Things slowly are changing, and good things appear to be happening. Our problems associated with the virus epidemic are far from over, but there is a glimpse of light at the end of the tunnel, and we all have hopes that it gets brighter as each day passes by. The recommended vaccines have become available for a while now, and although “availability versus demand” at present is out of sync, there are positive signs that the programs and personnel who administer these vaccines are getting better by the day. Hopefully, this will continue in a positive direction. There are not enough words that can be said to offer the many thanks that go out to all those dedicated people who risk exposure daily as they provide the services required to help get this epidemic under control.
As we approach the end of the first quarter of the 2021 season, not too much has changed regarding the activities that we were so accustomed to enjoying on a regular basis in previous years. Although there were occasionally some relaxations in several areas, the risk and vulnerability were still major considerations on how we chose to live our lives. A good number of my friends took to the roads in their free time, enjoying all that this beautiful state has to offer. We’re seeing some wonderful pictures on Facebook, and thank you for that.
For those who love the outdoors, and especially those familiar with the sound of a passing locomotive or the flashing of those blinking lights at a railroad crossing signal, you may want to put this on your calendar. Up the road not too far is the McCormick-Stillman Park, which is open at present, with its historic 30 acres of park and many things to see and experience. Because of the virus, some of the major attractions there are temporarily closed, but the park and all the outdoors are open daily to the public, including its scenic train ride and vintage carousel, which are available daily from 9 a.m. to 6 p.m.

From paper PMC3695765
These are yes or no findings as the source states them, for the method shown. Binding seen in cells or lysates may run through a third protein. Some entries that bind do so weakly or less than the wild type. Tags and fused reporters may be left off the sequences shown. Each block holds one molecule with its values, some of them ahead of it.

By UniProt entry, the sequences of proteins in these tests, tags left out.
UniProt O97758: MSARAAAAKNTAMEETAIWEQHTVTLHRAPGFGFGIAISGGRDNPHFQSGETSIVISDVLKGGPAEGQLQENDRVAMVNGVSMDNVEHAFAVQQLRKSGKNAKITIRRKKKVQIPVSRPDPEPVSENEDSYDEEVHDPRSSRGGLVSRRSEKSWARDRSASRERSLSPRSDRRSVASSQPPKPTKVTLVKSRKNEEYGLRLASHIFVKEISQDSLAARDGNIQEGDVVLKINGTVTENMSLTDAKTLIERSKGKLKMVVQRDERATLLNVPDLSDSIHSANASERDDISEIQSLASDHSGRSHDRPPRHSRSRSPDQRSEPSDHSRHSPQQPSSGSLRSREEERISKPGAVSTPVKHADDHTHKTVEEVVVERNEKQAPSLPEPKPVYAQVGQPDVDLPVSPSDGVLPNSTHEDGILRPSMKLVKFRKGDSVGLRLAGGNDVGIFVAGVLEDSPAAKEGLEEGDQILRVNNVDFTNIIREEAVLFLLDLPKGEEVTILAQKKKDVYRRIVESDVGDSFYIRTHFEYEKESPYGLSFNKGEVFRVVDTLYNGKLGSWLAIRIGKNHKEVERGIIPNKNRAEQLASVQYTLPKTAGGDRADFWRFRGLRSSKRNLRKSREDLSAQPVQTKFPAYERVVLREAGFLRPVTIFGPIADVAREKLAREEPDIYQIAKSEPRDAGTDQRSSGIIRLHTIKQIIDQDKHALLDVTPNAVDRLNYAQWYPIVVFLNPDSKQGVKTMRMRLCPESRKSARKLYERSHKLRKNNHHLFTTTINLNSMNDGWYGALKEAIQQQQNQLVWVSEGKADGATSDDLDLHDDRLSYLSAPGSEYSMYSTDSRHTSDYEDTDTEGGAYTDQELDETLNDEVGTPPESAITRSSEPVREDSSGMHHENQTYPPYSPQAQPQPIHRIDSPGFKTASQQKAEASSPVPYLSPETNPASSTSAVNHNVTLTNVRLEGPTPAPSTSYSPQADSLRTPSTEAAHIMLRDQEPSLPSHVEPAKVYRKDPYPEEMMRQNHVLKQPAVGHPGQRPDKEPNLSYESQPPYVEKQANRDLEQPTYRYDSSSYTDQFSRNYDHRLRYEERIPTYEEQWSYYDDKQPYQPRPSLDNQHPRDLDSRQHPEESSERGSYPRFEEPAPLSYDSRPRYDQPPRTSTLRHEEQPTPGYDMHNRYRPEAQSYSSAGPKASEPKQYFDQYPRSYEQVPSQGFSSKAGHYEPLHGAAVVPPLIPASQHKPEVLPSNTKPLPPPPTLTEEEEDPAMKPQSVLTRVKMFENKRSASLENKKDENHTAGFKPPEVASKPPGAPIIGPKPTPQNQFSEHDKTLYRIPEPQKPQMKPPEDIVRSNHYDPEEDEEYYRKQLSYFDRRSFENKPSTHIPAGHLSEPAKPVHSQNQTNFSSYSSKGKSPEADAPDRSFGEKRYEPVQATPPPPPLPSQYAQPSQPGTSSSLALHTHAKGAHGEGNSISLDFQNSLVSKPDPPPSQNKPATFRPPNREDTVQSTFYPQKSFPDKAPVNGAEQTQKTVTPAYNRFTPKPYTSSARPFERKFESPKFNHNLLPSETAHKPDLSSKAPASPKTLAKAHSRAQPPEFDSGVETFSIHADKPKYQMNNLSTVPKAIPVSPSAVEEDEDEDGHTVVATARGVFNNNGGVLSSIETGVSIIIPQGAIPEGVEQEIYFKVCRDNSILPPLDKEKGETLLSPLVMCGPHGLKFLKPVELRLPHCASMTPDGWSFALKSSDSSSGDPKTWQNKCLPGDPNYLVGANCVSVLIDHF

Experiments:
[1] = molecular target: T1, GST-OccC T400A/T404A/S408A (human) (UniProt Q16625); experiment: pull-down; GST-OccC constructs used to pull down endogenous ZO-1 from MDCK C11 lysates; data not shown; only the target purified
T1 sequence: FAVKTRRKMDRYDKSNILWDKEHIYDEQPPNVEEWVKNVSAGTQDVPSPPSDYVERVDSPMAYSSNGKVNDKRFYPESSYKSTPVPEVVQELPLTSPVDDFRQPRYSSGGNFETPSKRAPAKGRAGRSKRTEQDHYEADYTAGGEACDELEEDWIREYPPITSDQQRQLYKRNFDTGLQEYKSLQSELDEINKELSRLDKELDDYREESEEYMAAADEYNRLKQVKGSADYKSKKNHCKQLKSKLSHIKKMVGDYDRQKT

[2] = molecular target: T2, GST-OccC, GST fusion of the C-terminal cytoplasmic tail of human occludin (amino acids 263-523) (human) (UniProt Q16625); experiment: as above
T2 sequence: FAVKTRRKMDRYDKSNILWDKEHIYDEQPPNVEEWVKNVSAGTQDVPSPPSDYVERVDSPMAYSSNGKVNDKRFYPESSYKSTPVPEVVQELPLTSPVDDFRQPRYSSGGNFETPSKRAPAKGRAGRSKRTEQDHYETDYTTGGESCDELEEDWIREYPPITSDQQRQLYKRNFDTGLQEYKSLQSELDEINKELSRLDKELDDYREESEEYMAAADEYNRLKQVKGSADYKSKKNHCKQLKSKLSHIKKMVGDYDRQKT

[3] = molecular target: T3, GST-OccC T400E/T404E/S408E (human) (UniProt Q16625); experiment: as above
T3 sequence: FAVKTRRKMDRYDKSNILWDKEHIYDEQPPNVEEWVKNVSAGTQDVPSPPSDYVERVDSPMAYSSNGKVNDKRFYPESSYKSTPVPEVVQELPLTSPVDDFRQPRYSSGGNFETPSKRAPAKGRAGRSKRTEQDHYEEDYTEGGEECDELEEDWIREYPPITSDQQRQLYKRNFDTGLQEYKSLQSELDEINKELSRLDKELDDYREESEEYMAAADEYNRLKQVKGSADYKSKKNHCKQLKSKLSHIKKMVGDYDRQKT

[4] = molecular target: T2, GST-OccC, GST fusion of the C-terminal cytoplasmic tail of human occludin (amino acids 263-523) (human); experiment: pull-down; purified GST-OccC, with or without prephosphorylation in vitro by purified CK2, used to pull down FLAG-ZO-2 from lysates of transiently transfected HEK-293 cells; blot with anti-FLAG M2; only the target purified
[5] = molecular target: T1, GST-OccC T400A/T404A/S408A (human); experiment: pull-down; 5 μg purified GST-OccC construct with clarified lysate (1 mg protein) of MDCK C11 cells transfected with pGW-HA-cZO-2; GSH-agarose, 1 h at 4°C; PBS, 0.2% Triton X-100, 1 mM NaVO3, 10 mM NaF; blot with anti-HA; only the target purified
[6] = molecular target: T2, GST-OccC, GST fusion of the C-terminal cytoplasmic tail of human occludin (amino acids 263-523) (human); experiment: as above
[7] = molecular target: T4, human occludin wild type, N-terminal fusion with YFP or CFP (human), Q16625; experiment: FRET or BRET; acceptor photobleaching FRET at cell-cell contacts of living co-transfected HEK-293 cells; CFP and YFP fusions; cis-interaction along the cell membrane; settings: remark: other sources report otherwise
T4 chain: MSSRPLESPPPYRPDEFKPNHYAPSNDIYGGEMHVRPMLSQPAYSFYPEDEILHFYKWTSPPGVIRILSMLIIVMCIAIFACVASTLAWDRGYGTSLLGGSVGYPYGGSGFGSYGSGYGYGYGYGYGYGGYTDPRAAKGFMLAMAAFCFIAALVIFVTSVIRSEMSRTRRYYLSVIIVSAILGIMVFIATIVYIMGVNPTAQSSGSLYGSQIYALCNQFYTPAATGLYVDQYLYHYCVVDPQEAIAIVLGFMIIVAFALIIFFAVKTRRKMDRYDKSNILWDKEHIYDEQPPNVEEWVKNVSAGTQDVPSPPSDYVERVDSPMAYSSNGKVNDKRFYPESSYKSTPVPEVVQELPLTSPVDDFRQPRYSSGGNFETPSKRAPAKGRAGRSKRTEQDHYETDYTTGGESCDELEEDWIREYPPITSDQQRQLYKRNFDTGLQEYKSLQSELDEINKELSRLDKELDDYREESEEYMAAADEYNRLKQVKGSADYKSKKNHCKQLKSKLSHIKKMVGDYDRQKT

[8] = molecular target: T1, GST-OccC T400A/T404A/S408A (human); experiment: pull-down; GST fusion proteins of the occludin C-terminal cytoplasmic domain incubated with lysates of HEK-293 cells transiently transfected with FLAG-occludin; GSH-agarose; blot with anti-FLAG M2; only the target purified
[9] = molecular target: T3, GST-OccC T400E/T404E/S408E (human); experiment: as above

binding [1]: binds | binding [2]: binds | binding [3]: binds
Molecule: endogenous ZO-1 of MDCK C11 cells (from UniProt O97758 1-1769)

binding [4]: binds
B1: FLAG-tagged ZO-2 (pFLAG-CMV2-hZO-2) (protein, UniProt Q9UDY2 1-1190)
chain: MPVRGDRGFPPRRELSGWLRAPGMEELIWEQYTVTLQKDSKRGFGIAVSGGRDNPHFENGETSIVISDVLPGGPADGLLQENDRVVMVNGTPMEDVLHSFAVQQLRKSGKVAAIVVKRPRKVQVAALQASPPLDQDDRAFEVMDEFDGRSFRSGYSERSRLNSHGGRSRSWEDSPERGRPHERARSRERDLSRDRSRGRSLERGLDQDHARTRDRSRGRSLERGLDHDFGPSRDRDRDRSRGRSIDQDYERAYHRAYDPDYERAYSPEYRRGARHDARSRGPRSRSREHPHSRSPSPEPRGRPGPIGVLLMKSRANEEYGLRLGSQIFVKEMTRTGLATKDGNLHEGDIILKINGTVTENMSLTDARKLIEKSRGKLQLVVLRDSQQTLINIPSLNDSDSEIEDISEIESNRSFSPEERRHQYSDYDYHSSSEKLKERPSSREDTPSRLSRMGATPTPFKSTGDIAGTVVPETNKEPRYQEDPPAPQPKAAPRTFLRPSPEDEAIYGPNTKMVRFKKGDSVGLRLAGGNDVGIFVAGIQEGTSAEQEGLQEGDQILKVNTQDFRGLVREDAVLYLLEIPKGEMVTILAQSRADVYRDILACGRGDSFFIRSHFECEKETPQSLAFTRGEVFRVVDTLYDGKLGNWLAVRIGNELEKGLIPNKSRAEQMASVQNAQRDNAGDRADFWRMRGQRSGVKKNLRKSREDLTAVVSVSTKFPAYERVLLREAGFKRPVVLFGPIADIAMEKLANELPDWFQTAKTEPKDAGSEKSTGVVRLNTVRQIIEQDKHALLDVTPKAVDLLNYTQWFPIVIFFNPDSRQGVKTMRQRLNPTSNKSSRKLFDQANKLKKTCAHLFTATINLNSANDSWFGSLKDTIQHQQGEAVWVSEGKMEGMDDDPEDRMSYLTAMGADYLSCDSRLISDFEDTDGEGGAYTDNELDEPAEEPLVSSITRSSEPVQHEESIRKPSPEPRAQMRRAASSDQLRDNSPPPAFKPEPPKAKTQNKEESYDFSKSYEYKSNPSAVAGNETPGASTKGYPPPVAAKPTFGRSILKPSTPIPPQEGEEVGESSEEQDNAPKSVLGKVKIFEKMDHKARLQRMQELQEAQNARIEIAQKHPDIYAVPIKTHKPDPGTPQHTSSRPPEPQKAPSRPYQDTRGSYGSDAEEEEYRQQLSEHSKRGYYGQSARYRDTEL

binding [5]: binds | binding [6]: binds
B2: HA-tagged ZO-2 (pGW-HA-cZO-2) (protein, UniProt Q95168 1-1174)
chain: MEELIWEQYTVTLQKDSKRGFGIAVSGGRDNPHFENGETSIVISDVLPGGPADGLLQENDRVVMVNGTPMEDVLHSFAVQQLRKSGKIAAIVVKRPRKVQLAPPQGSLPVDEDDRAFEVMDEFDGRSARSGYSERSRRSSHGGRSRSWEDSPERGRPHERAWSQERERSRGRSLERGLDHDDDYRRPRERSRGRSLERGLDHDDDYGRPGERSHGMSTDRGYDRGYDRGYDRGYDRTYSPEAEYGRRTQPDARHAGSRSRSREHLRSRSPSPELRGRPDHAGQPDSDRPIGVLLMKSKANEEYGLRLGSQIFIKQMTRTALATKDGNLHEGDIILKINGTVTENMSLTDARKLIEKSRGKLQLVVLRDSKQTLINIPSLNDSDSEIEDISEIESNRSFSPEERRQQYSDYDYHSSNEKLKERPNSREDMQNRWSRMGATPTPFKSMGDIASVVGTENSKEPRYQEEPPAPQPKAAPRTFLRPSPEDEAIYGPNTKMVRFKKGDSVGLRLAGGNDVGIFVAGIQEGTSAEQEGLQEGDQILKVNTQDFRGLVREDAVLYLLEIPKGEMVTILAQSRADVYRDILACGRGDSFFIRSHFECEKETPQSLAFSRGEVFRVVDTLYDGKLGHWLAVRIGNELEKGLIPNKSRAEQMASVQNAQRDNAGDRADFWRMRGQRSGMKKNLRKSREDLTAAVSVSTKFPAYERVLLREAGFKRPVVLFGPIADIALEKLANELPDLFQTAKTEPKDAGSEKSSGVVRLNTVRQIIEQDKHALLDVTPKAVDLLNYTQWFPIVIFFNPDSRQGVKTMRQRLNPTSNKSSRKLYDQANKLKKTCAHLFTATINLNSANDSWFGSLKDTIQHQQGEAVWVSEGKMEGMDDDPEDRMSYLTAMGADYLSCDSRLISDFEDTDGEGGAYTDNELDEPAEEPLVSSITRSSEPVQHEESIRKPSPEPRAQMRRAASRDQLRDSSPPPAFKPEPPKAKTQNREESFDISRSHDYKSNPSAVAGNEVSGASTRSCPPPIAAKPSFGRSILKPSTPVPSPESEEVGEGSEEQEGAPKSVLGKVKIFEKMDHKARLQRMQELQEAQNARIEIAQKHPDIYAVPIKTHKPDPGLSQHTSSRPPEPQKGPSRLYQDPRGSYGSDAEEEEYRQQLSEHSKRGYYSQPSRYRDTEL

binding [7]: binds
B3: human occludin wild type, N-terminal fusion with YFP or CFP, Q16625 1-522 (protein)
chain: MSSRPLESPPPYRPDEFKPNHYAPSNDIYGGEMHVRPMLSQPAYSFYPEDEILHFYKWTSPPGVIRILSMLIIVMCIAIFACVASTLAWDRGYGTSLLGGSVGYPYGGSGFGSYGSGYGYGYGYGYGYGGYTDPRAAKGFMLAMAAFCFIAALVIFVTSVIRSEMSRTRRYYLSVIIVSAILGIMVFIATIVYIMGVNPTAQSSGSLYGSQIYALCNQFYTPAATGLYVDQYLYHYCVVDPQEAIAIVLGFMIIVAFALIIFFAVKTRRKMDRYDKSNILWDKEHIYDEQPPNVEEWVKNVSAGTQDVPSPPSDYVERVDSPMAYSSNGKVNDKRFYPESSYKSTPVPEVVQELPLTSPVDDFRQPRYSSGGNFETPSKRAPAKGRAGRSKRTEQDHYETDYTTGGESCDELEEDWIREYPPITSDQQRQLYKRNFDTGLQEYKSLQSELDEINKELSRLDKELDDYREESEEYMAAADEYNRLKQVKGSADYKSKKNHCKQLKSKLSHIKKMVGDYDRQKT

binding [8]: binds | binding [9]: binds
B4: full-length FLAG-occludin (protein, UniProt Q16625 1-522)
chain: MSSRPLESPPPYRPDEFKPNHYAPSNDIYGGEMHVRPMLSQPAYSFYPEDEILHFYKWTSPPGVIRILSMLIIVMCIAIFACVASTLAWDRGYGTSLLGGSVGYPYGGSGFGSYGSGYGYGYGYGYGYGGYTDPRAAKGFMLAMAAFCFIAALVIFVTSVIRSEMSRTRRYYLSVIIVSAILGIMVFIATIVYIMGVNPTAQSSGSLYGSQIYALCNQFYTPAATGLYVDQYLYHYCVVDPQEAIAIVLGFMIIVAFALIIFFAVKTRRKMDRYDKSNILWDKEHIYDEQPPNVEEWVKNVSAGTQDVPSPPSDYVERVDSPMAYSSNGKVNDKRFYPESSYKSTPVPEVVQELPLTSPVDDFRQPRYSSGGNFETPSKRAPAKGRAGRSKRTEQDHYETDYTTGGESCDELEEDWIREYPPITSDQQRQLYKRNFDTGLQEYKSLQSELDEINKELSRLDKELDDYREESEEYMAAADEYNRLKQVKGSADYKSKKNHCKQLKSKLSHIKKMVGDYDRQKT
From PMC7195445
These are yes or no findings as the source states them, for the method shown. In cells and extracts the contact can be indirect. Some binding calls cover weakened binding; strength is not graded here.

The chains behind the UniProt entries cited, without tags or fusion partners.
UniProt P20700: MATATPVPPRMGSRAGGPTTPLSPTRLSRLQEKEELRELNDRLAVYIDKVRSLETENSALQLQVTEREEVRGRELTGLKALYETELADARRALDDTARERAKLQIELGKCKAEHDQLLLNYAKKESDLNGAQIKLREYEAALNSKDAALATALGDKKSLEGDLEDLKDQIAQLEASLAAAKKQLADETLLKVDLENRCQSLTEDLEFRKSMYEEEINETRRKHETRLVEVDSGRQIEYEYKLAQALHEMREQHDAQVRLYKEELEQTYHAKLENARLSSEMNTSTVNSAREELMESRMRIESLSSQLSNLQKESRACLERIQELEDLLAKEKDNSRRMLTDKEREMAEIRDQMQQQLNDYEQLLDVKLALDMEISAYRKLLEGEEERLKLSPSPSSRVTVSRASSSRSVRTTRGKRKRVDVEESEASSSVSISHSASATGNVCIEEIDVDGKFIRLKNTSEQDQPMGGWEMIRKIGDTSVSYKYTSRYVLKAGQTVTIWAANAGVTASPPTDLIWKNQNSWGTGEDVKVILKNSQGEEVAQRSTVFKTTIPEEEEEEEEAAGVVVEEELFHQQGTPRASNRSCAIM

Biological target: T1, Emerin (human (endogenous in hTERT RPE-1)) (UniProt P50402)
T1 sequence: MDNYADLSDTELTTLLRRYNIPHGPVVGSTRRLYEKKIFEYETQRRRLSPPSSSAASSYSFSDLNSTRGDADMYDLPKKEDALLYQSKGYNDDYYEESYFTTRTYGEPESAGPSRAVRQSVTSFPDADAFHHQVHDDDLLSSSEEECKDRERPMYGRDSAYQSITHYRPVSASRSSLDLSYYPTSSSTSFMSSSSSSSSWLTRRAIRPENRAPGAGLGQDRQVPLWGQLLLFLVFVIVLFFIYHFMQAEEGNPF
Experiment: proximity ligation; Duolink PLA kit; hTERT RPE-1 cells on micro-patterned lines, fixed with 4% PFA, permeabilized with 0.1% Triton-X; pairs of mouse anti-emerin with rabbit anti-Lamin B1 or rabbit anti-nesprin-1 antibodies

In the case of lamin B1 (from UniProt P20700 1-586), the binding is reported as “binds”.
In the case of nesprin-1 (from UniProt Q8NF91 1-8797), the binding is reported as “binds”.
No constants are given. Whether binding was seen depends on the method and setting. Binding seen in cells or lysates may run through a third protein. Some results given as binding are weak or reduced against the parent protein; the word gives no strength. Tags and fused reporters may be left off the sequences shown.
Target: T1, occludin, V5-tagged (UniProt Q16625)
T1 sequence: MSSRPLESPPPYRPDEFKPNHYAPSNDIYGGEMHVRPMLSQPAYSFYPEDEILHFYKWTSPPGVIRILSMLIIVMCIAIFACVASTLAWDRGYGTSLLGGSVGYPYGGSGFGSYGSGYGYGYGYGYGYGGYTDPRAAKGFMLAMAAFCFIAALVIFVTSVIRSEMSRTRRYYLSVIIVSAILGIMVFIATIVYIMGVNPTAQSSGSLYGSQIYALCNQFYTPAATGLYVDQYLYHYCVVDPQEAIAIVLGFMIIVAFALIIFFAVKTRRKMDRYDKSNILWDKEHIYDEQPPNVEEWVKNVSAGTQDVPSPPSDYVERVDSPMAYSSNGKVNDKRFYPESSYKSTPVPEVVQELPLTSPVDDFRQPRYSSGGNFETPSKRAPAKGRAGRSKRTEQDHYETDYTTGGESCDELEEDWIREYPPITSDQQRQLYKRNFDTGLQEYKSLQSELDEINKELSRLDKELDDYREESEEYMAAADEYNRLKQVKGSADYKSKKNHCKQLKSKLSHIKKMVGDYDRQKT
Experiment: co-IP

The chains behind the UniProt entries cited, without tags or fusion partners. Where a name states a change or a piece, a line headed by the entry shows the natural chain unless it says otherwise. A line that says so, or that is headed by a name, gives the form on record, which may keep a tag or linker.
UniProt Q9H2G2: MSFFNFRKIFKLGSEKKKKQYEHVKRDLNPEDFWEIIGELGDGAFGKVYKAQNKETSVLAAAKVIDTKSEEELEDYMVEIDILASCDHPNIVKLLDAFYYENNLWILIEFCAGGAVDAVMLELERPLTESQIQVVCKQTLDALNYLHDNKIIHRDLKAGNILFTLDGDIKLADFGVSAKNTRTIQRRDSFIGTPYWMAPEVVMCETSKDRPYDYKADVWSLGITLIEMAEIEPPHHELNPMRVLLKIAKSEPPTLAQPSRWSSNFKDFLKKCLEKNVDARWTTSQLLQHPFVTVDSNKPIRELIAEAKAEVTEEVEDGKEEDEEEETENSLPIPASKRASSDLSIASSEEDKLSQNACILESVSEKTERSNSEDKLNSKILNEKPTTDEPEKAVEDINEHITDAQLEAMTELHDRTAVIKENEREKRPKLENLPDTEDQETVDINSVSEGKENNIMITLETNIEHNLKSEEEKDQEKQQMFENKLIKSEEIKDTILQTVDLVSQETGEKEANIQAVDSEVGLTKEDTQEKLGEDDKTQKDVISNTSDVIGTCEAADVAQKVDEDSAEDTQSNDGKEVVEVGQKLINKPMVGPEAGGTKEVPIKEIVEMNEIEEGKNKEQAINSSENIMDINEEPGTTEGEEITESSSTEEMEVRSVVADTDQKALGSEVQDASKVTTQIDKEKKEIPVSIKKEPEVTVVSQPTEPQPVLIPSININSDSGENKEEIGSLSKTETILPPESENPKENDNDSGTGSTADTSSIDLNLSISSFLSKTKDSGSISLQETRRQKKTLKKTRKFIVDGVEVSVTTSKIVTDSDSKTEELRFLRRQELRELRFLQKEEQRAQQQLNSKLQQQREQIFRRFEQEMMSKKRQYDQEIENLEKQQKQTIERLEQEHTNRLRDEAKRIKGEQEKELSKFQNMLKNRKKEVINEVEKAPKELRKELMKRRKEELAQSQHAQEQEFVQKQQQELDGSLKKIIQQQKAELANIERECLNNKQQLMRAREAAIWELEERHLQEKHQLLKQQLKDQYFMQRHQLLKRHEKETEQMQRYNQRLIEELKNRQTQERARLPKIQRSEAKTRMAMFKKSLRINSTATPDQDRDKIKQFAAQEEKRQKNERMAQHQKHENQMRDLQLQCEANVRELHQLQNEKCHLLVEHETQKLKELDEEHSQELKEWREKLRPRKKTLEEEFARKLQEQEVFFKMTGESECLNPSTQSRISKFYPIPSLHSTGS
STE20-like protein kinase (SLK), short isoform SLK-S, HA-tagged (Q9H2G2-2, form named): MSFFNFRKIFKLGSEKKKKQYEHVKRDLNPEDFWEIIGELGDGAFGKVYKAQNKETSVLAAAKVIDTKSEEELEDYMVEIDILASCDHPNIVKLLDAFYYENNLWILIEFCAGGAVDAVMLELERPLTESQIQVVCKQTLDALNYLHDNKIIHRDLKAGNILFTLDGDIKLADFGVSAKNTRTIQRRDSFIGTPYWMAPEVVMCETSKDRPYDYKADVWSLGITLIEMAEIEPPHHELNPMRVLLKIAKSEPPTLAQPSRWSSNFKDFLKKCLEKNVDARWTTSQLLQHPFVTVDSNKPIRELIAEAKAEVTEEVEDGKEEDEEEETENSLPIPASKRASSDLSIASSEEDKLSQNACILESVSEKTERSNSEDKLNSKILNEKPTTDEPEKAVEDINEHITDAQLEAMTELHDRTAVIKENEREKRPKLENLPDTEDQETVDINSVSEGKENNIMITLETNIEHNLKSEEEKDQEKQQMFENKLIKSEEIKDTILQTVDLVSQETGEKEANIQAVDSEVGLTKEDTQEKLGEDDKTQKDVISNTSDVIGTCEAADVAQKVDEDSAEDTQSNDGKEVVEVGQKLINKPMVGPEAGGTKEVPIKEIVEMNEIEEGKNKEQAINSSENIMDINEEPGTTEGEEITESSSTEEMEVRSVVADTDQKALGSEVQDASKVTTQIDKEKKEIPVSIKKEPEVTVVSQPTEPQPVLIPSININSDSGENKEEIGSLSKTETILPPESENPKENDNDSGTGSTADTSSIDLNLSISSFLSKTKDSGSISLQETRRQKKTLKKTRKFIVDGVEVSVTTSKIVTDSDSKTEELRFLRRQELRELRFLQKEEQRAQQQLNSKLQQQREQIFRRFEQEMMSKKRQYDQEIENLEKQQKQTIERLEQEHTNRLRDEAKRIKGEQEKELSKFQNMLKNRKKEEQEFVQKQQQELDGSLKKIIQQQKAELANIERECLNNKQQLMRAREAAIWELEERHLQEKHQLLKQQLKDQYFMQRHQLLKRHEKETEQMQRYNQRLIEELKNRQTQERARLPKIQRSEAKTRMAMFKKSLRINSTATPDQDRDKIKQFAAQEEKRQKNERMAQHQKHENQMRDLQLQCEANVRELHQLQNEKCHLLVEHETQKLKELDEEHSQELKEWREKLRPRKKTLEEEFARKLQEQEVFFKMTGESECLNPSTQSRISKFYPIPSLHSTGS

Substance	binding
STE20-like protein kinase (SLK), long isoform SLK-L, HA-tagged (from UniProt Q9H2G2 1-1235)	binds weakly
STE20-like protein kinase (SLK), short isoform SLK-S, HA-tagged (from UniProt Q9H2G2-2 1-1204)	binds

There’s more—on April 10, the park is holding an event for families that goes by the name of “Tents by the Tracks,” and for those grandparents or parents who would like to provide a special treat to those dear to you, for the first time ever, the park is offering this special event which will run from 4 p.m. on the 10th to approximately 8 a.m. the following morning. Basically, you would have to supply your own tent and sleeping bags and rent a space (12’ x 12’ for four) in a designated area from the park, or larger if required to an 18′ x 18′ for six. Everything else is provided by the park, including free train and carousel rides from 5 to 9 p.m., movie, dinner, popcorn, train shed tour, and Grab & Go Breakfast. To me, it sounds great; however, for more details, you can call the park directly at 480-312-2312 and ask for Valerie. You can mention that I told you to call, and I’m sure you will enjoy talking with her.
From all the members of the Short Line Model Railroad Club, we wish you all the best as we approach a new beginning of a new era. The coronavirus will continue to be the major topic on our daily bulletin boards, but with hope and the fine efforts of all those individuals who are working so hard to keep us all safe, better days will soon be within our sights. Looking forward to a brighter and, hopefully, more exciting new year. If you’re looking for any information regarding anything from above or regarding our club, feel free to call 480-802-4976 or contact us by email at firstname.lastname@example.org.
Best regards to all. Stay safe and stay healthy.